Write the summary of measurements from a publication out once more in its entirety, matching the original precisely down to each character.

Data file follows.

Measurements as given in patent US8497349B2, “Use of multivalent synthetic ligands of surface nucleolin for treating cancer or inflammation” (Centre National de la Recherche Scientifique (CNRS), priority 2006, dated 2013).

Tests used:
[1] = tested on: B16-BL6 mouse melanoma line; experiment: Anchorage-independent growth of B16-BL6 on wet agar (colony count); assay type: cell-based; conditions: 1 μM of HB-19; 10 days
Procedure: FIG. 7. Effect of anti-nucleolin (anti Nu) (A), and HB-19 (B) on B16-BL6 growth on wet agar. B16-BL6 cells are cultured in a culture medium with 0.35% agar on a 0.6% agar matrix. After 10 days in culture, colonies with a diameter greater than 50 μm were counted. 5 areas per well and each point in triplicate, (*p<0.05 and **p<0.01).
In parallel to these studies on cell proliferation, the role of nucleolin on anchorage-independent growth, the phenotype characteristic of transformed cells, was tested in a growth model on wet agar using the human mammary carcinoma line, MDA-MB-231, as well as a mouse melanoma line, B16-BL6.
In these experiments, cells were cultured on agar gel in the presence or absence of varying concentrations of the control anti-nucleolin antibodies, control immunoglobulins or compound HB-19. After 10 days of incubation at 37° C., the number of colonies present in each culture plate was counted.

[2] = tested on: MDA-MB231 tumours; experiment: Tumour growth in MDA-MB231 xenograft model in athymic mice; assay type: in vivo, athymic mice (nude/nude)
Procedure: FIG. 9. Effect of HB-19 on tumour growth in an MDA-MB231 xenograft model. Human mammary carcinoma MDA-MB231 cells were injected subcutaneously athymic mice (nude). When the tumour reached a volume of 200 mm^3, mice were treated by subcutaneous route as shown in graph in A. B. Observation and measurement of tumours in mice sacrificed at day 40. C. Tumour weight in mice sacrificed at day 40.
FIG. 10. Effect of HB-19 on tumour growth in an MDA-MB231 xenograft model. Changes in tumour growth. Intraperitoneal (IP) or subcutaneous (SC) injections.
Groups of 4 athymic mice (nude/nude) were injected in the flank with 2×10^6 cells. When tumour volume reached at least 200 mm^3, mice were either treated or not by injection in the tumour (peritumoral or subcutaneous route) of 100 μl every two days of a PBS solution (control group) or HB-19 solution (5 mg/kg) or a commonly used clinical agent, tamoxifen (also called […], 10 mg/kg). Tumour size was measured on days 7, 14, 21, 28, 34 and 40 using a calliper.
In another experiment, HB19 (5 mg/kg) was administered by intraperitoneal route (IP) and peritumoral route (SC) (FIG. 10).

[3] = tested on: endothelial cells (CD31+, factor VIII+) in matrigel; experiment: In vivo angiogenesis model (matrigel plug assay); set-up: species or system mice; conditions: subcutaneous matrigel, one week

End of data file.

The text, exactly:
Measurements as given in patent US8497349B2, “Use of multivalent synthetic ligands of surface nucleolin for treating cancer or inflammation” (Centre National de la Recherche Scientifique (CNRS), priority 2006, dated 2013).

Tests used:
[1] = tested on: B16-BL6 mouse melanoma line; experiment: Anchorage-independent growth of B16-BL6 on wet agar (colony count); assay type: cell-based; conditions: 1 μM of HB-19; 10 days
Procedure: FIG. 7. Effect of anti-nucleolin (anti Nu) (A), and HB-19 (B) on B16-BL6 growth on wet agar. B16-BL6 cells are cultured in a culture medium with 0.35% agar on a 0.6% agar matrix. After 10 days in culture, colonies with a diameter greater than 50 μm were counted. 5 areas per well and each point in triplicate, (*p<0.05 and **p<0.01).
In parallel to these studies on cell proliferation, the role of nucleolin on anchorage-independent growth, the phenotype characteristic of transformed cells, was tested in a growth model on wet agar using the human mammary carcinoma line, MDA-MB-231, as well as a mouse melanoma line, B16-BL6.
In these experiments, cells were cultured on agar gel in the presence or absence of varying concentrations of the control anti-nucleolin antibodies, control immunoglobulins or compound HB-19. After 10 days of incubation at 37° C., the number of colonies present in each culture plate was counted.

[2] = tested on: MDA-MB231 tumours; experiment: Tumour growth in MDA-MB231 xenograft model in athymic mice; assay type: in vivo, athymic mice (nude/nude)
Procedure: FIG. 9. Effect of HB-19 on tumour growth in an MDA-MB231 xenograft model. Human mammary carcinoma MDA-MB231 cells were injected subcutaneously athymic mice (nude). When the tumour reached a volume of 200 mm^3, mice were treated by subcutaneous route as shown in graph in A. B. Observation and measurement of tumours in mice sacrificed at day 40. C. Tumour weight in mice sacrificed at day 40.
FIG. 10. Effect of HB-19 on tumour growth in an MDA-MB231 xenograft model. Changes in tumour growth. Intraperitoneal (IP) or subcutaneous (SC) injections.
Groups of 4 athymic mice (nude/nude) were injected in the flank with 2×10^6 cells. When tumour volume reached at least 200 mm^3, mice were either treated or not by injection in the tumour (peritumoral or subcutaneous route) of 100 μl every two days of a PBS solution (control group) or HB-19 solution (5 mg/kg) or a commonly used clinical agent, tamoxifen (also called […], 10 mg/kg). Tumour size was measured on days 7, 14, 21, 28, 34 and 40 using a calliper.
In another experiment, HB19 (5 mg/kg) was administered by intraperitoneal route (IP) and peritumoral route (SC) (FIG. 10).

[3] = tested on: endothelial cells (CD31+, factor VIII+) in matrigel; experiment: In vivo angiogenesis model (matrigel plug assay); set-up: species or system mice; conditions: subcutaneous matrigel, one week